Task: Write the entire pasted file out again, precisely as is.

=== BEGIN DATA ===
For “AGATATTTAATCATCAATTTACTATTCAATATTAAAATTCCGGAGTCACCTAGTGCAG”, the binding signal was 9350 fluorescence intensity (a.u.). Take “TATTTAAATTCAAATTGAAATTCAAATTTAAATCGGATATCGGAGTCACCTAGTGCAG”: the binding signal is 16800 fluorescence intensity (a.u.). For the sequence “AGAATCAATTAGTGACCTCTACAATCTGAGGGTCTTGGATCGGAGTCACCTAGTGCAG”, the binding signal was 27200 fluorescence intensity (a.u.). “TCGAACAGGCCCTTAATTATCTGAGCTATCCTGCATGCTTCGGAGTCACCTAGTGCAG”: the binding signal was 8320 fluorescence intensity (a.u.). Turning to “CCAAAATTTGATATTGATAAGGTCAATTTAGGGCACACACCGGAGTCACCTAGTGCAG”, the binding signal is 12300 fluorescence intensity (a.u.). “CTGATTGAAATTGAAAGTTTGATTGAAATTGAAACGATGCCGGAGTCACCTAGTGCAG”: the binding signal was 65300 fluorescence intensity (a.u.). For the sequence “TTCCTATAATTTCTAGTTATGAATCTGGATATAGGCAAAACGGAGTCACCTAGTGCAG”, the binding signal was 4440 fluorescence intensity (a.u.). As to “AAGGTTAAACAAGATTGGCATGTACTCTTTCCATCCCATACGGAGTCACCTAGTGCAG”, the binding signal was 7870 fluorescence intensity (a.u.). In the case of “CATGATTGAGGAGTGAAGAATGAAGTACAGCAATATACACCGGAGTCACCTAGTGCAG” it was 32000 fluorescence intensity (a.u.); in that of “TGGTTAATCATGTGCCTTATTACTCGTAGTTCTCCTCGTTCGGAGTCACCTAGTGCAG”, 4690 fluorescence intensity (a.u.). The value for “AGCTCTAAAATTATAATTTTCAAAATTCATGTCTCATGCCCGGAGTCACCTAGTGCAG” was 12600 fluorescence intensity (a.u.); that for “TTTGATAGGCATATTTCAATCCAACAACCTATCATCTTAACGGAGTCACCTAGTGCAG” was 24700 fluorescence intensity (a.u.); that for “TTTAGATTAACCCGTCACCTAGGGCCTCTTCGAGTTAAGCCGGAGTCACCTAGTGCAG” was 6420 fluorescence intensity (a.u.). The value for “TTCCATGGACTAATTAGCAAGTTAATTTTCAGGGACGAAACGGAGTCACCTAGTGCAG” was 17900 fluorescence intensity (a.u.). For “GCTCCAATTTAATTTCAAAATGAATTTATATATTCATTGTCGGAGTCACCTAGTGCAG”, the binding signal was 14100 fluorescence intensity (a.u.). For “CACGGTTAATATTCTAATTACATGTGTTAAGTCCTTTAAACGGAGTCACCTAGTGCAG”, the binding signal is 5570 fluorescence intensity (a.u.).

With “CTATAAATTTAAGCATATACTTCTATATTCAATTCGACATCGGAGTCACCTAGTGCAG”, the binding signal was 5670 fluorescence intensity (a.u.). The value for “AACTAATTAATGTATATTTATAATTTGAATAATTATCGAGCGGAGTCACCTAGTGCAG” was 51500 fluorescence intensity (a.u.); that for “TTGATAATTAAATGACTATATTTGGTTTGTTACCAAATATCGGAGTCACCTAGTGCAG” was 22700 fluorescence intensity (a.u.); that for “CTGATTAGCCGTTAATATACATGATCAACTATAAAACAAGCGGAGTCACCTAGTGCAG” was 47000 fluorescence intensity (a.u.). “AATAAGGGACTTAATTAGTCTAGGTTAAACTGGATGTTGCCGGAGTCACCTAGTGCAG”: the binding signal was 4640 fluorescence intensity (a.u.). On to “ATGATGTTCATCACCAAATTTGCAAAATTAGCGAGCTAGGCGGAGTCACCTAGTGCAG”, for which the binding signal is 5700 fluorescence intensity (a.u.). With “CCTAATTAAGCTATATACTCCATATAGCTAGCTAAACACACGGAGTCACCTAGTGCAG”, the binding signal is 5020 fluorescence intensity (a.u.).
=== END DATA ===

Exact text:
For “AGATATTTAATCATCAATTTACTATTCAATATTAAAATTCCGGAGTCACCTAGTGCAG”, the binding signal was 9350 fluorescence intensity (a.u.). Take “TATTTAAATTCAAATTGAAATTCAAATTTAAATCGGATATCGGAGTCACCTAGTGCAG”: the binding signal is 16800 fluorescence intensity (a.u.). For the sequence “AGAATCAATTAGTGACCTCTACAATCTGAGGGTCTTGGATCGGAGTCACCTAGTGCAG”, the binding signal was 27200 fluorescence intensity (a.u.). “TCGAACAGGCCCTTAATTATCTGAGCTATCCTGCATGCTTCGGAGTCACCTAGTGCAG”: the binding signal was 8320 fluorescence intensity (a.u.). Turning to “CCAAAATTTGATATTGATAAGGTCAATTTAGGGCACACACCGGAGTCACCTAGTGCAG”, the binding signal is 12300 fluorescence intensity (a.u.). “CTGATTGAAATTGAAAGTTTGATTGAAATTGAAACGATGCCGGAGTCACCTAGTGCAG”: the binding signal was 65300 fluorescence intensity (a.u.). For the sequence “TTCCTATAATTTCTAGTTATGAATCTGGATATAGGCAAAACGGAGTCACCTAGTGCAG”, the binding signal was 4440 fluorescence intensity (a.u.). As to “AAGGTTAAACAAGATTGGCATGTACTCTTTCCATCCCATACGGAGTCACCTAGTGCAG”, the binding signal was 7870 fluorescence intensity (a.u.). In the case of “CATGATTGAGGAGTGAAGAATGAAGTACAGCAATATACACCGGAGTCACCTAGTGCAG” it was 32000 fluorescence intensity (a.u.); in that of “TGGTTAATCATGTGCCTTATTACTCGTAGTTCTCCTCGTTCGGAGTCACCTAGTGCAG”, 4690 fluorescence intensity (a.u.). The value for “AGCTCTAAAATTATAATTTTCAAAATTCATGTCTCATGCCCGGAGTCACCTAGTGCAG” was 12600 fluorescence intensity (a.u.); that for “TTTGATAGGCATATTTCAATCCAACAACCTATCATCTTAACGGAGTCACCTAGTGCAG” was 24700 fluorescence intensity (a.u.); that for “TTTAGATTAACCCGTCACCTAGGGCCTCTTCGAGTTAAGCCGGAGTCACCTAGTGCAG” was 6420 fluorescence intensity (a.u.). The value for “TTCCATGGACTAATTAGCAAGTTAATTTTCAGGGACGAAACGGAGTCACCTAGTGCAG” was 17900 fluorescence intensity (a.u.). For “GCTCCAATTTAATTTCAAAATGAATTTATATATTCATTGTCGGAGTCACCTAGTGCAG”, the binding signal was 14100 fluorescence intensity (a.u.). For “CACGGTTAATATTCTAATTACATGTGTTAAGTCCTTTAAACGGAGTCACCTAGTGCAG”, the binding signal is 5570 fluorescence intensity (a.u.).

With “CTATAAATTTAAGCATATACTTCTATATTCAATTCGACATCGGAGTCACCTAGTGCAG”, the binding signal was 5670 fluorescence intensity (a.u.). The value for “AACTAATTAATGTATATTTATAATTTGAATAATTATCGAGCGGAGTCACCTAGTGCAG” was 51500 fluorescence intensity (a.u.); that for “TTGATAATTAAATGACTATATTTGGTTTGTTACCAAATATCGGAGTCACCTAGTGCAG” was 22700 fluorescence intensity (a.u.); that for “CTGATTAGCCGTTAATATACATGATCAACTATAAAACAAGCGGAGTCACCTAGTGCAG” was 47000 fluorescence intensity (a.u.). “AATAAGGGACTTAATTAGTCTAGGTTAAACTGGATGTTGCCGGAGTCACCTAGTGCAG”: the binding signal was 4640 fluorescence intensity (a.u.). On to “ATGATGTTCATCACCAAATTTGCAAAATTAGCGAGCTAGGCGGAGTCACCTAGTGCAG”, for which the binding signal is 5700 fluorescence intensity (a.u.). With “CCTAATTAAGCTATATACTCCATATAGCTAGCTAAACACACGGAGTCACCTAGTGCAG”, the binding signal is 5020 fluorescence intensity (a.u.).